So I’ve got several plants ready to transplant into the ground, and I was digging up the grass around where I’m going to make the garden. Small problem though - there’s a sapling in the way which didn’t quite make it last year. I dig it up and notice something moving on the roots. well…several small somethings. Several hundred small somethings. Ants. I cringe and throw the tree, and notice that there’s even more ants in the ground. Now I have a bottle of boric acid from a previous indoor ant raid that I thought of using, but I don’t want to damage the plants I’m putting in the ground there. Then I remember that boric acid in small amounts can be used in fertilizer (or at least so I read in a book last week). Unfortunately, I don’t know how much I can use without damaging the plants, or even if that’s enough to kill the ants. So what’s the quickest way to get rid of the ants and transplant the plants soon after. Or should the design for the garden just be moved while I load the ground in that area with chemicals?
Pretty much any insecticide designed for use outdoors will be safe to use on vegitation. Just buy an outside pesticide that’s labelled for killing ants (there are many) and use as directed.
Why kill them at all? Unless they are fire ants, they are harmless and possibly beneficial.
Or carpenter ants, which damage wood.
Well they’re red…and I’m betting that since they’re crawling all over and inside the wood of the tree, they’re the cause of death. I don’t really want to find out the hard way if they’re good or bad.
Richard “Bugman” Fagerlund, a local entomologist and pest management specialist, has an excellent page about ant control. Although the advice is tailored to the Albuquerque, NM area, it’s a good resource for ant control in general. He has made the point in the past that indiscriminate poisoning of ants can lead to greater problems because you have to know what type of ant you have in order to approach the colony effectively. The ants you see are only foragers; if you poison them and don’t get the queen(s), they’ll be quickly replaced, and some species will react to an attack on its foragers by splitting the colony, doubling your problem. It’s worth doing a little research before you react.
I’m pretty sure what I found was the whole colony…because I saw the ants pushing around larvae. The problem is I don’t know if the ant is in the tree root or in the ground.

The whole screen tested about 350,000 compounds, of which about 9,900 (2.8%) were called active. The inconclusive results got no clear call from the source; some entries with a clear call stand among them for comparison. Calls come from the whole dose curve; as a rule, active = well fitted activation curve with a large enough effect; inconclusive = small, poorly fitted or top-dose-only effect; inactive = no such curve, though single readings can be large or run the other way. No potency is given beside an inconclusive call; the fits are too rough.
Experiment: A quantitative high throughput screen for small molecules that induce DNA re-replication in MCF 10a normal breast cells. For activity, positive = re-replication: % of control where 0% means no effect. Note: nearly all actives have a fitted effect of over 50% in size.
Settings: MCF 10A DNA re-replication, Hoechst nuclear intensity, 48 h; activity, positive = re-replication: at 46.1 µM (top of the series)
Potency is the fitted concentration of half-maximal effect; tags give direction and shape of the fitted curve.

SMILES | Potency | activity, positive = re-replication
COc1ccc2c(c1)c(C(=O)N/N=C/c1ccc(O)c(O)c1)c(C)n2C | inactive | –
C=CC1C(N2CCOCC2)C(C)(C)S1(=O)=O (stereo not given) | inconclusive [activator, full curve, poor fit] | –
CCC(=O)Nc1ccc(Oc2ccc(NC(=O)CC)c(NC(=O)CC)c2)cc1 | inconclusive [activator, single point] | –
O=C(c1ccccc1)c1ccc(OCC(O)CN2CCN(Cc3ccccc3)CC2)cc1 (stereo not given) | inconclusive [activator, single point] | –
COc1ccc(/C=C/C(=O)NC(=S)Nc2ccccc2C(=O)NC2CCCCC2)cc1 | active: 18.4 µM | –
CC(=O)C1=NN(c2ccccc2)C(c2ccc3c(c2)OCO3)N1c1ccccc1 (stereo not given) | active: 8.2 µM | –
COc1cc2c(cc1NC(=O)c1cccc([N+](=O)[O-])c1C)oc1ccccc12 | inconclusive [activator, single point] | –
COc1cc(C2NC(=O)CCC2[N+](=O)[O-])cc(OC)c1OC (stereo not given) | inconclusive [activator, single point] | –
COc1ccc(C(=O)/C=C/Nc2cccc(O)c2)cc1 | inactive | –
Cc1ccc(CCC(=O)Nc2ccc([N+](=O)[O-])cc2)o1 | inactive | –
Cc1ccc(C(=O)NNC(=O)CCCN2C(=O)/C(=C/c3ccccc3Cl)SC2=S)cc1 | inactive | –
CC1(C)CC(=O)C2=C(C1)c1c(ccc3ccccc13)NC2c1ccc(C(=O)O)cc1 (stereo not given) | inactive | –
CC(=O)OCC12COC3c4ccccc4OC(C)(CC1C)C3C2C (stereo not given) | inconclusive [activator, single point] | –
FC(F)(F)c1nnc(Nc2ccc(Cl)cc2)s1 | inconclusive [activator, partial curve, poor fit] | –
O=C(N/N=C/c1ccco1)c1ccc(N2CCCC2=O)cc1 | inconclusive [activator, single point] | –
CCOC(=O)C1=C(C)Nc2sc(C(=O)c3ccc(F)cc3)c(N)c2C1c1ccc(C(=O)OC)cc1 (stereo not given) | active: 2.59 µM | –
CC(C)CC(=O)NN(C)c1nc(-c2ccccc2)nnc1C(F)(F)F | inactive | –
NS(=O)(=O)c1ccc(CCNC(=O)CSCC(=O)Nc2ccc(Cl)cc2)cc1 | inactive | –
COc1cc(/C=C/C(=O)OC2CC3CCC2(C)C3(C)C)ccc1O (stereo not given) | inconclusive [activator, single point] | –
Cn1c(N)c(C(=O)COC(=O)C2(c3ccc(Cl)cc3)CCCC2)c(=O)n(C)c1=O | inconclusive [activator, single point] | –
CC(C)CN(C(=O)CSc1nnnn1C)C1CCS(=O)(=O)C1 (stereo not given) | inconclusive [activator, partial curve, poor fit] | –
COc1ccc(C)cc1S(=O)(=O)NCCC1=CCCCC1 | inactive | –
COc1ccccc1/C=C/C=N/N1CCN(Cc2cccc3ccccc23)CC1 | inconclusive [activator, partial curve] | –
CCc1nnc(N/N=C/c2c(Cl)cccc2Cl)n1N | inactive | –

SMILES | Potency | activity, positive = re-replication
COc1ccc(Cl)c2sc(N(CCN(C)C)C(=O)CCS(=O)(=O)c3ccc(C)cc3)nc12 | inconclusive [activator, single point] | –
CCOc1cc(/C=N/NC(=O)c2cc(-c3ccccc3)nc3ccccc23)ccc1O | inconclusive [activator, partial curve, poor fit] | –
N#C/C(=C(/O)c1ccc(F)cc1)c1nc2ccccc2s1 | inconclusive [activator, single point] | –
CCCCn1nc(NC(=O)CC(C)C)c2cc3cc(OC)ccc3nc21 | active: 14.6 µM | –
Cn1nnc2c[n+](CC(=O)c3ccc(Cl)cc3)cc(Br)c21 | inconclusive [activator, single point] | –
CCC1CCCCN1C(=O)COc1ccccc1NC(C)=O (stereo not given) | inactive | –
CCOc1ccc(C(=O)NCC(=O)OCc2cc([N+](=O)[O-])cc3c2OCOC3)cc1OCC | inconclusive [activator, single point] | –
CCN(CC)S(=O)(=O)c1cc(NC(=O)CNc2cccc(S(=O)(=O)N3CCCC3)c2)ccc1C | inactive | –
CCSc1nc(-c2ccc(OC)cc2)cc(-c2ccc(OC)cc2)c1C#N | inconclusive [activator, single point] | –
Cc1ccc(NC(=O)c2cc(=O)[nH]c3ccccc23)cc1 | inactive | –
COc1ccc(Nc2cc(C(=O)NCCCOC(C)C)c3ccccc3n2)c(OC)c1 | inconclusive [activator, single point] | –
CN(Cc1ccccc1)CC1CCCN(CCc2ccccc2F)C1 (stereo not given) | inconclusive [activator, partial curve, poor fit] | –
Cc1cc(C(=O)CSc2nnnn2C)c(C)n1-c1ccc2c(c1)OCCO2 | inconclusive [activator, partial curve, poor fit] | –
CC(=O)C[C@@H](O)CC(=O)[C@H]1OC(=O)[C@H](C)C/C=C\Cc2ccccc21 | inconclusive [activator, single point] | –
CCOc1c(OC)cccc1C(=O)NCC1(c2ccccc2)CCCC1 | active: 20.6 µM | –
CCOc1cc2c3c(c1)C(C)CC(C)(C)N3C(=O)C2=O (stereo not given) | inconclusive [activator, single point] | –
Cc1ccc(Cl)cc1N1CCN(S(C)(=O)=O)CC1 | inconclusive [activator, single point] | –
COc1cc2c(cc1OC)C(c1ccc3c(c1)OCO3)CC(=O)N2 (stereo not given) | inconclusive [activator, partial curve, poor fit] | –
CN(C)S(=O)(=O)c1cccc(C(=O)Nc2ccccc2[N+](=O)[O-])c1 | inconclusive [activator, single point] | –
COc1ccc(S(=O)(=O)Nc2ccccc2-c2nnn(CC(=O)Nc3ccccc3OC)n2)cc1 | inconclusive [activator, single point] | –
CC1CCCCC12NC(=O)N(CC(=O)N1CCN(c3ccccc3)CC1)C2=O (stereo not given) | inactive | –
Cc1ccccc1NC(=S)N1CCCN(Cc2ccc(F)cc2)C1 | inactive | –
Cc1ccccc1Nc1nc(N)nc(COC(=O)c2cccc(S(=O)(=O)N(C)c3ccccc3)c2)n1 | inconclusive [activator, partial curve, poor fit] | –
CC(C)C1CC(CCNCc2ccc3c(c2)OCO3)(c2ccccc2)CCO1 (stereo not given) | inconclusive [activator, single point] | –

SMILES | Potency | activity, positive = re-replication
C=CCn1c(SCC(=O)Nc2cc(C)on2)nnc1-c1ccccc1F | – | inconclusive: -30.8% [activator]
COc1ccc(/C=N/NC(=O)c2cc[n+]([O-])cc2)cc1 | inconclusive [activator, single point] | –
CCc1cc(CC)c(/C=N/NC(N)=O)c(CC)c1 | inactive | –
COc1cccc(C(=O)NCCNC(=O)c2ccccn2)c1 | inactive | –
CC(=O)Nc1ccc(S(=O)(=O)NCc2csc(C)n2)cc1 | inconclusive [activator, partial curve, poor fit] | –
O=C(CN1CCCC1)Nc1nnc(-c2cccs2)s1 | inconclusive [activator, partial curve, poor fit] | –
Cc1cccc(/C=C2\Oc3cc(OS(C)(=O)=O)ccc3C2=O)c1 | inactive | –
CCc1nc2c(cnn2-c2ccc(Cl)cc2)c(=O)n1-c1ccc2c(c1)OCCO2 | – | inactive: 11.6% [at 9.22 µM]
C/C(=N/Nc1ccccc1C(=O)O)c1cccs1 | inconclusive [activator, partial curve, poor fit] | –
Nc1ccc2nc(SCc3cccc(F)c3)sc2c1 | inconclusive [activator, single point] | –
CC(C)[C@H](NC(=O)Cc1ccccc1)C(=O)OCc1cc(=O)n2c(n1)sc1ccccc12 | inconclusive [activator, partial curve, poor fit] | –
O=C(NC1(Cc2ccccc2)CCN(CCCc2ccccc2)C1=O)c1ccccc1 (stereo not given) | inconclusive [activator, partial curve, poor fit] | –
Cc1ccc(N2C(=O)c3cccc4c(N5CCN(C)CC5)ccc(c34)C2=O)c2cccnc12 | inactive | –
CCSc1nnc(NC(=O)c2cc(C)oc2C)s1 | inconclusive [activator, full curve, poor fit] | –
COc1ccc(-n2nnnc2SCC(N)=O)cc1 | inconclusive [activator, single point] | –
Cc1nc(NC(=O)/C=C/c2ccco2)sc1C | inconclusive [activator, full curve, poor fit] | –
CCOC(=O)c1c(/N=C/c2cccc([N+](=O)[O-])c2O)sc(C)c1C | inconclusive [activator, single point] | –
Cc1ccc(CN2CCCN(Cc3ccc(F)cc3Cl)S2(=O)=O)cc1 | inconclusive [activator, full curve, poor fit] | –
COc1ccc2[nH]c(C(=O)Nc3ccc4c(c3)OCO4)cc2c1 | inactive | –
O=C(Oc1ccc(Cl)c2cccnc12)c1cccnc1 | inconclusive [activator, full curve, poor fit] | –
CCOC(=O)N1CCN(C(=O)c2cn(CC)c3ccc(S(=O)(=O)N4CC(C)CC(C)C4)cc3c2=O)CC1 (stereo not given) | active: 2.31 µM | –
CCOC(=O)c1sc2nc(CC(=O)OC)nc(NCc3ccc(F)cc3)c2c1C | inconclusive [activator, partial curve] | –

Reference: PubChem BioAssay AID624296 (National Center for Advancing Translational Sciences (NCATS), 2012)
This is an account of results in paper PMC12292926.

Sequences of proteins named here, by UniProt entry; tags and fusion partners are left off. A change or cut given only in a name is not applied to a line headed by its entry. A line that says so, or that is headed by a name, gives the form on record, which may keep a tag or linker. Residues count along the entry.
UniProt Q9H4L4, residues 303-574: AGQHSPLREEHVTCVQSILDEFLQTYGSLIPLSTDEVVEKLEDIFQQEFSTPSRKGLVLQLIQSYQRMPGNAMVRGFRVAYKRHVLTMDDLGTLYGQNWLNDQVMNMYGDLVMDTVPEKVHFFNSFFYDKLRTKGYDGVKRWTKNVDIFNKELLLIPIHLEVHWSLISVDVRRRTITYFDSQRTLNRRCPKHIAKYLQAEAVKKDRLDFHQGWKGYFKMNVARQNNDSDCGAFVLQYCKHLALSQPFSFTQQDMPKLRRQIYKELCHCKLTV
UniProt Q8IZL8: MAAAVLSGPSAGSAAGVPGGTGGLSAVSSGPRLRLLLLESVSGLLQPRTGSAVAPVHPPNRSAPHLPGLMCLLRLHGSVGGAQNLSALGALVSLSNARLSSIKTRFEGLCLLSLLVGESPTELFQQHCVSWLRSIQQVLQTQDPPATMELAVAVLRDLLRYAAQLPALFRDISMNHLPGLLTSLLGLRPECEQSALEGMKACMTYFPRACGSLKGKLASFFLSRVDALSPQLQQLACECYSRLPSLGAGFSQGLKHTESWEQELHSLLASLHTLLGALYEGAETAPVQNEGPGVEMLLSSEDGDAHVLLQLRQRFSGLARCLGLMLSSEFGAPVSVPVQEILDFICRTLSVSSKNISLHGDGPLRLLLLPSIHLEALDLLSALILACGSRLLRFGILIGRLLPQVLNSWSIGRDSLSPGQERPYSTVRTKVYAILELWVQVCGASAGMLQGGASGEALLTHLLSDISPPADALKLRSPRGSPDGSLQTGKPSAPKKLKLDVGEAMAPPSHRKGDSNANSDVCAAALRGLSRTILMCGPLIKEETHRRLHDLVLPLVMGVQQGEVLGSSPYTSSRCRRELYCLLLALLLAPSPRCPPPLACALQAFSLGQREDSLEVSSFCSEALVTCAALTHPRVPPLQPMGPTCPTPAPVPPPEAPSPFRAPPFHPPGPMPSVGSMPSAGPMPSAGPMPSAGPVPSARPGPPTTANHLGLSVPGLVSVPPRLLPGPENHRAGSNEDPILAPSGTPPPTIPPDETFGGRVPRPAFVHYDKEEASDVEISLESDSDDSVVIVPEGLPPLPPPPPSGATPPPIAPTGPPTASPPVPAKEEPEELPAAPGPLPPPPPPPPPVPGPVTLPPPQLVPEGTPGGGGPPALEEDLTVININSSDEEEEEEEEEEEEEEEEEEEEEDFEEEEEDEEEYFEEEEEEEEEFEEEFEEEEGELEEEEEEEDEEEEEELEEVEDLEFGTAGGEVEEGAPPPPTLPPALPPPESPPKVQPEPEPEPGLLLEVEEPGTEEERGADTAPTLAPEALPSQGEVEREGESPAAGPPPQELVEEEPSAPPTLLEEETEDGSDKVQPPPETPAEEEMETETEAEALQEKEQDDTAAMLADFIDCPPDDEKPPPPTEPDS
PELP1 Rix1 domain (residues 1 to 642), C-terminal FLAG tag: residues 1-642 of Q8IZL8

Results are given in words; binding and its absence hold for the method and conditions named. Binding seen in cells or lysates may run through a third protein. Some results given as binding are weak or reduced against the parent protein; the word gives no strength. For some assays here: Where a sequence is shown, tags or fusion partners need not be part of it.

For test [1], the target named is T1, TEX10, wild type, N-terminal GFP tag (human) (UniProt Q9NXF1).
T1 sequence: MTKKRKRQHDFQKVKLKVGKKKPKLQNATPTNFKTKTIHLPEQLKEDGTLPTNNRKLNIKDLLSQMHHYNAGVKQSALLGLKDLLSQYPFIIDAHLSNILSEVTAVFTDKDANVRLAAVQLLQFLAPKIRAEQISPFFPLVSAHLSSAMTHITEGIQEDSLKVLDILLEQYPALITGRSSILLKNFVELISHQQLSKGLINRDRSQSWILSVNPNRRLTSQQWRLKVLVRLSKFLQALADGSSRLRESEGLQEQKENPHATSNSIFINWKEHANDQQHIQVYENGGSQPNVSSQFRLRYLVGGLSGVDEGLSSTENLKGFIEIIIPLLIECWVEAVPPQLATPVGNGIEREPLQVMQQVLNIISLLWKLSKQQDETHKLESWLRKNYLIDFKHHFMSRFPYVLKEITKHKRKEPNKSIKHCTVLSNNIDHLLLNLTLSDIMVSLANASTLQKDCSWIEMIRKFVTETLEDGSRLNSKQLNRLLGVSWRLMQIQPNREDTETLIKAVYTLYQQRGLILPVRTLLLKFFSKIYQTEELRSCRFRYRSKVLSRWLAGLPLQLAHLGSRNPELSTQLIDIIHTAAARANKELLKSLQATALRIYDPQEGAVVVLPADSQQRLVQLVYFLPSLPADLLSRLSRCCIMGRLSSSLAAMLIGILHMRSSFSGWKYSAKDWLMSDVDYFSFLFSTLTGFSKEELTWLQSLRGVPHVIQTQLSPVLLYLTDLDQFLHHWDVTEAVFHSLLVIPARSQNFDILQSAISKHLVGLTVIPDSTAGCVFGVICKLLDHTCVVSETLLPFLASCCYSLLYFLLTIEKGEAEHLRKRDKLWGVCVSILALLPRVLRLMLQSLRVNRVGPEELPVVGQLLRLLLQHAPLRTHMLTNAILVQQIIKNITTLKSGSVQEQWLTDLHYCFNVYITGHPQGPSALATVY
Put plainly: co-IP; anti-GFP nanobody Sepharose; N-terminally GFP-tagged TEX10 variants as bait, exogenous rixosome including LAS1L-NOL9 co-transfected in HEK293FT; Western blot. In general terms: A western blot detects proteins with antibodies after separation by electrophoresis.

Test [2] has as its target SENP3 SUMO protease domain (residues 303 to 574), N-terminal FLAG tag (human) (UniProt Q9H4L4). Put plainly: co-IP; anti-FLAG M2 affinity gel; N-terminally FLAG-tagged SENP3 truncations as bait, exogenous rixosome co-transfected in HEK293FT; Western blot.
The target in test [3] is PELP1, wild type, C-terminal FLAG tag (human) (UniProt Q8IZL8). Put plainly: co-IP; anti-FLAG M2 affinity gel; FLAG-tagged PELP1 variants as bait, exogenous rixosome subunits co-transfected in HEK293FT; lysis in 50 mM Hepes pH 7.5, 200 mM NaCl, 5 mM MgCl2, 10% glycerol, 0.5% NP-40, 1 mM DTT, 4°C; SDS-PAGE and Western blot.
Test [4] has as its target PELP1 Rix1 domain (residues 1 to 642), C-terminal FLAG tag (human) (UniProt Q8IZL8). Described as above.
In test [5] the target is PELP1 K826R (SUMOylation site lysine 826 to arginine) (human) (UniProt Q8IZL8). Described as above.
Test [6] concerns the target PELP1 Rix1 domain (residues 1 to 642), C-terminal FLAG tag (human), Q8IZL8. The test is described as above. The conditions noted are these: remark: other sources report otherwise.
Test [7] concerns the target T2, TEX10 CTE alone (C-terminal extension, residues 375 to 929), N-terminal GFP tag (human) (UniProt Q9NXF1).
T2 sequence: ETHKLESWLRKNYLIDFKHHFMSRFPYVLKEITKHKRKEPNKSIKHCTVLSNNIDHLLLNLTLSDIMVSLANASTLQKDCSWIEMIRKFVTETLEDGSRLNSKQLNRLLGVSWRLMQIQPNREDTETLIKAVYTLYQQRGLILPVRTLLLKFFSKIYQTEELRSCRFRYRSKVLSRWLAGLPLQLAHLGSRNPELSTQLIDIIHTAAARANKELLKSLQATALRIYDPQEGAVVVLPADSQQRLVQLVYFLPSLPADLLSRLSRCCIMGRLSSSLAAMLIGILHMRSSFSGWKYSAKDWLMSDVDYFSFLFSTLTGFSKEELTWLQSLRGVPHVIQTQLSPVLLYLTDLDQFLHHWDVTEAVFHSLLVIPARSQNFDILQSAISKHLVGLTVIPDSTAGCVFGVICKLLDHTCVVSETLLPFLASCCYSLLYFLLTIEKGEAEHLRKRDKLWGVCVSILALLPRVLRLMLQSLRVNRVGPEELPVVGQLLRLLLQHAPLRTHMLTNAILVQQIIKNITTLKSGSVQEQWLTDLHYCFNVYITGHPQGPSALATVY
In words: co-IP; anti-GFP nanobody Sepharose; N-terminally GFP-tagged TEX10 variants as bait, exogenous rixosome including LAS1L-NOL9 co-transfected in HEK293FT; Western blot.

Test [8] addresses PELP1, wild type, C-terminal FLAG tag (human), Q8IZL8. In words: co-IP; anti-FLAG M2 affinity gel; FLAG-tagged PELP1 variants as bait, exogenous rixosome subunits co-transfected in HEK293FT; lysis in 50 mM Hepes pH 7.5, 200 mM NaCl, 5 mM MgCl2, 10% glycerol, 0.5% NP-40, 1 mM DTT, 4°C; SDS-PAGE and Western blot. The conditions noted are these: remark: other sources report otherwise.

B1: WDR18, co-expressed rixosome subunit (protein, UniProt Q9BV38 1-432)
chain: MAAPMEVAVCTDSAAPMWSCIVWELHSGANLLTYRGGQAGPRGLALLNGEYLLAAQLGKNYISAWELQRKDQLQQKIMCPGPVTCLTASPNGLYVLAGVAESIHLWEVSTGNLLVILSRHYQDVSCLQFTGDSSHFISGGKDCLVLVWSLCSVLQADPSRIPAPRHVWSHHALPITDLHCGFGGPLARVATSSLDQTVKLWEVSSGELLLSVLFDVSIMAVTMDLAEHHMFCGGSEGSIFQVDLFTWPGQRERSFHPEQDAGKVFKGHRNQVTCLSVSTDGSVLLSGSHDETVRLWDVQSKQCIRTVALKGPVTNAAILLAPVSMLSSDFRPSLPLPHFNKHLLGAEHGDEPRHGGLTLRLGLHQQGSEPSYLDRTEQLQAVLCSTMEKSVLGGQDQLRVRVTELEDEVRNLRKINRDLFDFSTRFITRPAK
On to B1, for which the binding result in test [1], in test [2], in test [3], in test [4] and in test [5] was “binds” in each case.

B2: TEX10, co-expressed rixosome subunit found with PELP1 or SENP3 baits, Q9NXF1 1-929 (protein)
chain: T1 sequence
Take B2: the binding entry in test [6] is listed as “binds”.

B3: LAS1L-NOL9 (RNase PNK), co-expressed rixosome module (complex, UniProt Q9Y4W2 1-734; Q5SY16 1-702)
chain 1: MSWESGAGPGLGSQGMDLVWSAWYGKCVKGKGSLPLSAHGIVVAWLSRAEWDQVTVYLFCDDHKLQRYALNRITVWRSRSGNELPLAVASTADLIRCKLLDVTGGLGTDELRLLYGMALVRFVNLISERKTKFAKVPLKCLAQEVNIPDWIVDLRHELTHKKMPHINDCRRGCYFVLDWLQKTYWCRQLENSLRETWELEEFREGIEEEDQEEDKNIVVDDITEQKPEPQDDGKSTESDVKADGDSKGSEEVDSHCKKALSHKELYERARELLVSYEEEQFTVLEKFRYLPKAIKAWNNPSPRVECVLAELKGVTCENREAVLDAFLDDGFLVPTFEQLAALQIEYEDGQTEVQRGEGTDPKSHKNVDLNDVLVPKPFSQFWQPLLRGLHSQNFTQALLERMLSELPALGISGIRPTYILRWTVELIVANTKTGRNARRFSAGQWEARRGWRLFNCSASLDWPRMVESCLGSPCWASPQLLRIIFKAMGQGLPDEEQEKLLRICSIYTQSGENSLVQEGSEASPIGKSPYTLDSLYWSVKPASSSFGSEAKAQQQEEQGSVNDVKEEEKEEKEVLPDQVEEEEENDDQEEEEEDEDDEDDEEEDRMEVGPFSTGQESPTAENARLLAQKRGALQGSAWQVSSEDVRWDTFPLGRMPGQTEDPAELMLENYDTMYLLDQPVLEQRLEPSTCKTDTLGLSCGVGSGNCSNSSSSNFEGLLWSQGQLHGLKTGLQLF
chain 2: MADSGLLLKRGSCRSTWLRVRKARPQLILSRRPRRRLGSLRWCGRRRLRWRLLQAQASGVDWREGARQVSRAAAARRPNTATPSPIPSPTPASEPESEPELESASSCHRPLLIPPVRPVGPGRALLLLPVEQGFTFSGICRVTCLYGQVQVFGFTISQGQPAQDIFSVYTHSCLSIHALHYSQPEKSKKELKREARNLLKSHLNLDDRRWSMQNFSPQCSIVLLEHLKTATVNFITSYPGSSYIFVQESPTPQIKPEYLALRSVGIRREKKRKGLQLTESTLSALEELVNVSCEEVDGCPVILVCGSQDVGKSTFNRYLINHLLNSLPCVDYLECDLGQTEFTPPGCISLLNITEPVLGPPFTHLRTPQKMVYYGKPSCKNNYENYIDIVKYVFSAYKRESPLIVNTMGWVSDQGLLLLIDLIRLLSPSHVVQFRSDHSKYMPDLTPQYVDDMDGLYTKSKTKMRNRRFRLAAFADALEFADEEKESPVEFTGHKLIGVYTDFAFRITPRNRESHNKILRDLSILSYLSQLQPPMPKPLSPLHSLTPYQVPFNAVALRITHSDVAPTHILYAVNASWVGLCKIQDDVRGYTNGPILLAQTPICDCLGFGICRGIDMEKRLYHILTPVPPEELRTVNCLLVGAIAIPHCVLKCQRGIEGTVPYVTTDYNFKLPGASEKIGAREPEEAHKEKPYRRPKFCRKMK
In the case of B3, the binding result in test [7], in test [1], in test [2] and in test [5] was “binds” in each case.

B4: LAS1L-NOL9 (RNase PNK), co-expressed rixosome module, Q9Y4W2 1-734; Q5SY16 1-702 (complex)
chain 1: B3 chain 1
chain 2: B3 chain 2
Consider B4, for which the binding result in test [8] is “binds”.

I recommend molten zinc (no, really!). Zinc melts at a relatively low temp, and you can then pour it down the ant hole. After it cools (in about an hour or so), you dig it up and you have this nifty sculpture to show all your friends (the zinc will flow through the colony and take the shape of it).
I see…two questions, though. Where around here can I get some, and how big a dent is it going to put in my bank account?
Well, you could always “liberate” some from MTSU ;), or you could drop me an email and I can put you in touch with some folks who could either sell you some or tell you where to get it. Zinc ain’t exactly expensive, IIRC.
I hate ants
So can you melt zinc on top of a gas stove in a Farberware stainless steel pot?
If you are deep enough into the colony to see larvae…boiling water will work.
In addition to Reeder’s suggestion, we’ve had good success with what is called a “Hot Pepper Drench.” Make a pot of boiling water with hot peppers chopped up in it, and dump it still hot on the ant colonies. It sounds kind of mean, but we’re absolutely infested with them. We have to do something, or they’re going to take over. I for one don’t want to bow to our new segmented overlords.
Yeah, I but recommend not doing this indoors. Having inhaled zinc fumes before, I can tell you that being upwind of the stuff is strictly contraindicated, unless you like sneezing uncontrollably. If you were to do something like this, use a campstove (or similar), a pot you have no intention of using for anything else ever again, on a relatively windless day, and wear safety goggles and welder’s gloves.
I second the boiling-water drench.
First, BE CAREFUL! Fill the biggest pot you have, get it to a full rolling boil (preferably outside, near the nest), and CAREFULLY dump it in - don’t splash! It will kill any plants that are in the way, so be careful. And boiling water is dangerous for you too. Did I say to be careful?
If they return, look for poison that says it kills the queen. Contact insecticides may only kill a few workers, not the whole colony.
Give up! Learn to live with the ants; you can’t get rid of them. Shovel them out of the way. Use gloves.